Cost savings peak at age 50, a new study says
Shedding pounds could help pad your bank account.
Adult weight loss yields savings at any age, a new study from Johns Hopkins Bloomberg School of Public Health suggests. The cost savings, which peak at age 50, come from direct medical costs and productivity losses.
Helping a 20-year-old transition from obese to overweight, for example, would save $17,655 on average across his or her lifetime in productivity losses and direct medical costs; going from obese to a healthy weight could save the same person $28,020, according to the research published in the journal Obesity. For a 40-year-old, the shift from obese to overweight could save $18,262; from obese to a normal weight, the same person might save $31,447. Average total savings at age 50 are $36,278.
“Over half the costs of being overweight can be from productivity losses, mainly due to missed work days but also productivity losses. This means that just focusing on medical costs misses a big part of the picture, though they’re a consideration, too,” study co-author Bruce Y. Lee said in a statement. “Productivity losses affect businesses, which in turn affects the economy, which then affects everyone.”
The study used a conservative estimate of productivity loss, capturing reduced productivity measured by annual wages attenuated by a person’s preference for his or her own health — but not looking at absenteeism or premature death.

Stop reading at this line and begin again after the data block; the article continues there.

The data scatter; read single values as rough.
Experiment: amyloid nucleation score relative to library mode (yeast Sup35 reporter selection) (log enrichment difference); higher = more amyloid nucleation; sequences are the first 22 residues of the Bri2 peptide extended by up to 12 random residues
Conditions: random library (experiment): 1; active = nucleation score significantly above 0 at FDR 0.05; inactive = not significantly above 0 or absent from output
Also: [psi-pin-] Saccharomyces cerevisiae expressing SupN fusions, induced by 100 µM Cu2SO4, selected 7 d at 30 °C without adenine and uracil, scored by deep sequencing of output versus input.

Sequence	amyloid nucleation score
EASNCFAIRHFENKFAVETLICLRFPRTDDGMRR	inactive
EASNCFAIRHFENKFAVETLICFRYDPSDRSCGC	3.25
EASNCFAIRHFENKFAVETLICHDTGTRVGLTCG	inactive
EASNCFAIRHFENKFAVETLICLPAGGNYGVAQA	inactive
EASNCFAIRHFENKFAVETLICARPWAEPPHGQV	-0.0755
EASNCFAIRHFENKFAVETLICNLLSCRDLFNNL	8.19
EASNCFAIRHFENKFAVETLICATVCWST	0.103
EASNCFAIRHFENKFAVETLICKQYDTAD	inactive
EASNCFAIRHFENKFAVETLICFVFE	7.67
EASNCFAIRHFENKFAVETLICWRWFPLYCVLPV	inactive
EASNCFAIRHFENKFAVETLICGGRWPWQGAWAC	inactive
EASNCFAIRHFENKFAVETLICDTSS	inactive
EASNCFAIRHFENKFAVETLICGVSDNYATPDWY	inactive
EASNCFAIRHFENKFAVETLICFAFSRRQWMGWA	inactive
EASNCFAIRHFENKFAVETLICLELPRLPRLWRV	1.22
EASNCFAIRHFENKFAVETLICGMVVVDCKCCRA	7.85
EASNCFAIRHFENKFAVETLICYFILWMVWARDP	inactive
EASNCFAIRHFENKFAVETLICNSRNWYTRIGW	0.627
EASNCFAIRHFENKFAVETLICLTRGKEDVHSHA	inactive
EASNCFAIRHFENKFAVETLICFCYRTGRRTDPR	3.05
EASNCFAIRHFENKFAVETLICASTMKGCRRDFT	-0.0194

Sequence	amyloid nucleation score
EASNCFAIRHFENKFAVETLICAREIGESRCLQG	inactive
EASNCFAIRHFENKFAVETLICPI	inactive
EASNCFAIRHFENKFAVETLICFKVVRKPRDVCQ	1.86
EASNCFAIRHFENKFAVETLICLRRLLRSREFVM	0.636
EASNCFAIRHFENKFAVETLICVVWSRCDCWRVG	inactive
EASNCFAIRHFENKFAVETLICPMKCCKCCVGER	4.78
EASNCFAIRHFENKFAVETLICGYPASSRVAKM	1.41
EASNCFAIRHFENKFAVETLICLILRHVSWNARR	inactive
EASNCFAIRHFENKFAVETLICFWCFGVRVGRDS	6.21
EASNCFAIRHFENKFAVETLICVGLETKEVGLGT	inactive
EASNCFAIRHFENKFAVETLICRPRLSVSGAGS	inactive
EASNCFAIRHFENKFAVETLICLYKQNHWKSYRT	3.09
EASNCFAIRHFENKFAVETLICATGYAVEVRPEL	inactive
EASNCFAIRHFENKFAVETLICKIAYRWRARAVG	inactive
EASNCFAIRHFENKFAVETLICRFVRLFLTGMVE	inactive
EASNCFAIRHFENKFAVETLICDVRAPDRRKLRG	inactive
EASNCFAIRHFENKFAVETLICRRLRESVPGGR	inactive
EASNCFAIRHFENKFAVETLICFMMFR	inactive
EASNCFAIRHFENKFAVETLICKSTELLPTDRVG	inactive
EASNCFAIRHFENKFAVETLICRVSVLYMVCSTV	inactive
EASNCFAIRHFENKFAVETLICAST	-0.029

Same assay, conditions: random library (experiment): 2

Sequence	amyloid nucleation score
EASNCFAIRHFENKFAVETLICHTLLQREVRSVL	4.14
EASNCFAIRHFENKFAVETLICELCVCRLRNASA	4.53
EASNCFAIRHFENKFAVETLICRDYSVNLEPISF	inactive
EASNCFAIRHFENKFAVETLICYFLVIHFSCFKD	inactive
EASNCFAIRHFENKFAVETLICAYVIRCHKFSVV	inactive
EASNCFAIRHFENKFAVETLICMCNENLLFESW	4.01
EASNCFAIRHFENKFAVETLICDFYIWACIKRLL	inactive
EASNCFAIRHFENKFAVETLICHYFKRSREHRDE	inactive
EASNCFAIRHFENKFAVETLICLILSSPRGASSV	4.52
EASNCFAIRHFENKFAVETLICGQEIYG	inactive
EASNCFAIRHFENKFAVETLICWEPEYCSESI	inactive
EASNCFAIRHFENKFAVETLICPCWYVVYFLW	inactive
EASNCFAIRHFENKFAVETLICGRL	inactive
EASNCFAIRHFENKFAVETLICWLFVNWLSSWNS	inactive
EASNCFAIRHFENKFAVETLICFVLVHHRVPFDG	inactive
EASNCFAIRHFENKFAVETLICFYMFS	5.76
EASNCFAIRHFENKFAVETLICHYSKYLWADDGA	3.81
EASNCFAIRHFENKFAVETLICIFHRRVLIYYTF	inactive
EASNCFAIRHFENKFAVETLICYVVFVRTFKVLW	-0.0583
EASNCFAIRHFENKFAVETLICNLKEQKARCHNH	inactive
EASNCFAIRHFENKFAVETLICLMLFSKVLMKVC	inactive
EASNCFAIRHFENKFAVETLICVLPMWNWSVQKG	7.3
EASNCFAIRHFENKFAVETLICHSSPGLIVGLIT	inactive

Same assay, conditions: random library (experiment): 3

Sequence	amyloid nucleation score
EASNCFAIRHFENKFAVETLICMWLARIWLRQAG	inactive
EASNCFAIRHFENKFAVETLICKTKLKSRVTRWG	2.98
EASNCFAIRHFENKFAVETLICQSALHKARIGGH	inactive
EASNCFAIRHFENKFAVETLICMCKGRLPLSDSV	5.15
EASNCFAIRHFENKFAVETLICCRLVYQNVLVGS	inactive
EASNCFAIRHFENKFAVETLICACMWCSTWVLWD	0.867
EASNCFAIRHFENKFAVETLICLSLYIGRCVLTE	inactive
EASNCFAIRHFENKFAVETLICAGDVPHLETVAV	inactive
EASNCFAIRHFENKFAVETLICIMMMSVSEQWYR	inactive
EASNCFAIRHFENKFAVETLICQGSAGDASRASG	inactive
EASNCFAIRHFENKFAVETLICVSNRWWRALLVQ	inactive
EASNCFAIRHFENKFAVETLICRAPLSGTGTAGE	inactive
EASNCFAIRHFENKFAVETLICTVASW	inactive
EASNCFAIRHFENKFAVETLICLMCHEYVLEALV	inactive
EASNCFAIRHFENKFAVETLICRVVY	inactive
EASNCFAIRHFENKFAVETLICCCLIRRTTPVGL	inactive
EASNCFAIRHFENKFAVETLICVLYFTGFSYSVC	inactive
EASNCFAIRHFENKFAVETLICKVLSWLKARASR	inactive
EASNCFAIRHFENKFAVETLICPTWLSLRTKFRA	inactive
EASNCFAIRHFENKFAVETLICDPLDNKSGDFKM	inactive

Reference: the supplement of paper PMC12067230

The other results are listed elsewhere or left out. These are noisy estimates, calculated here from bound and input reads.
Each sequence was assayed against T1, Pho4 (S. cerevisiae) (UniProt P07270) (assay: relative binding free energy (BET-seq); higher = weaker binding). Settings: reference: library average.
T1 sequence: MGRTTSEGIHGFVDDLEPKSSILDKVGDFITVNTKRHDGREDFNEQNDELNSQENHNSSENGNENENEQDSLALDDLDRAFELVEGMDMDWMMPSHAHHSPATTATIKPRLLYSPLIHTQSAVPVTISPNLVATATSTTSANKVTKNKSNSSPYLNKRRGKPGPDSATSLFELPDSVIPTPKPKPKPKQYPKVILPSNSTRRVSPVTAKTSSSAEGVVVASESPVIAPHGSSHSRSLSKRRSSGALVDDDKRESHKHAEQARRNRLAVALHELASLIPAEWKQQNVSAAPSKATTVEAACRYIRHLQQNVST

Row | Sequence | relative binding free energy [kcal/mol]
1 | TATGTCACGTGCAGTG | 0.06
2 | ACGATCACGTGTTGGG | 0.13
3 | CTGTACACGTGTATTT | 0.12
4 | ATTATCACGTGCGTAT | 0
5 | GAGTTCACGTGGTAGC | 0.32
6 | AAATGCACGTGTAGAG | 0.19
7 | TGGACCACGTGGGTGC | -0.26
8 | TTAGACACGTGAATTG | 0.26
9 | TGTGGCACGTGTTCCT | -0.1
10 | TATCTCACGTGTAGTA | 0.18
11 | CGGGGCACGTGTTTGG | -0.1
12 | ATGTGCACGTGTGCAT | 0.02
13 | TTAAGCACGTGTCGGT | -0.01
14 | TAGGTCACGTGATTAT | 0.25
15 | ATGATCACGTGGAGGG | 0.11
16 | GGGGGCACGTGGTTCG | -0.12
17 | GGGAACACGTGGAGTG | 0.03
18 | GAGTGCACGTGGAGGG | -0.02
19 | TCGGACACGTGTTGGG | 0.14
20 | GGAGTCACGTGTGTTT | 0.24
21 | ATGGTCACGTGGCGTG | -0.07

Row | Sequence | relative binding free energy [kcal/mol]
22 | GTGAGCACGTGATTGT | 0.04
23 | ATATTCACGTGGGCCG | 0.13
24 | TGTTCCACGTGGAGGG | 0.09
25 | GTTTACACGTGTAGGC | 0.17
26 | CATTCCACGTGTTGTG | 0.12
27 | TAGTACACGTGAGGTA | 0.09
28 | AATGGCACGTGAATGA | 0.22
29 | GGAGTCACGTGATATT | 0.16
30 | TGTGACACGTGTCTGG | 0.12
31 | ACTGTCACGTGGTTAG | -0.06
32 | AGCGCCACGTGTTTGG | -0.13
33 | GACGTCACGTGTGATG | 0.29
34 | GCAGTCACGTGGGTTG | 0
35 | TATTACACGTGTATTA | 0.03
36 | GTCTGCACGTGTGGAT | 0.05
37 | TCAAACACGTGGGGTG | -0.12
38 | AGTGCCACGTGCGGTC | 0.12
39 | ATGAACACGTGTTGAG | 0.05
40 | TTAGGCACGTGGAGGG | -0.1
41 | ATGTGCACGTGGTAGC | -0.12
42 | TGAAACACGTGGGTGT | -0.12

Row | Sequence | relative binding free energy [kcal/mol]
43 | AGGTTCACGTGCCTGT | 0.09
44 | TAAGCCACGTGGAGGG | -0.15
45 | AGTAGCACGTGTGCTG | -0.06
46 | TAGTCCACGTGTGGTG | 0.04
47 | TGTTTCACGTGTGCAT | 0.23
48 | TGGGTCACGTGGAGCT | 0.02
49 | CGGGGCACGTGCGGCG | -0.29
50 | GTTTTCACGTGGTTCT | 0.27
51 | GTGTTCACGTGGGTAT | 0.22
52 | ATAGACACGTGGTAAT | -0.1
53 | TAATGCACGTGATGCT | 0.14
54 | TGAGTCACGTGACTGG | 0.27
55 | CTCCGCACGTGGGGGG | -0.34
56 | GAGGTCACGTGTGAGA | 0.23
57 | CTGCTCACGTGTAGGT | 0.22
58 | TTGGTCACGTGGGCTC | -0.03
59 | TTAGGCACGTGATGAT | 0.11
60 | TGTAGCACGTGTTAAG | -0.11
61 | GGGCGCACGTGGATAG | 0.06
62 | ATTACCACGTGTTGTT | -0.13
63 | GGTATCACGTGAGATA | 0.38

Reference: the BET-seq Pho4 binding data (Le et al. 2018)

The direct medical costs of obesity were projected at $147 billion in 2008, according to a 2009 study. Indirectly, the annual cost of obesity-related absenteeism is estimated between $3.38 billion and $6.38 billion nationally, or $79 to $132 per obese person, per a 2008 literature review cited by the CDC.
The researchers, armed with data from the NIH-supported Coronary Artery Disease Risk Development in Young Adults (CARDIA) and Atherosclerosis Risk in Communities Study (ARIC), designed a computational model “that simulated the progression of an adult’s weight, disease outcomes, and associated costs throughout his or her lifetime” — every 10 years from ages 20 through 80.
The model, examining incremental third-party payer costs, productivity losses, societal costs and associated costs and health effects, gave a “realistic calculation” after taking into account weight-related health risks like diabetes, hypertension, heart disease and some types of cancer, co-author Saeideh Fallah-Fini said.
“By realizing the effects of obesity on the productivity of their employees and consequently their profits, employers may look to redesign or sponsor healthy lifestyle programs with weight-loss initiatives,” the authors wrote. “Additionally, incremental costs incurred per year for patients with obesity versus overweight decrease after age 50, implying that older adults with both obesity and overweight need to lose weight to avert the health and cost associated with weight gain.”
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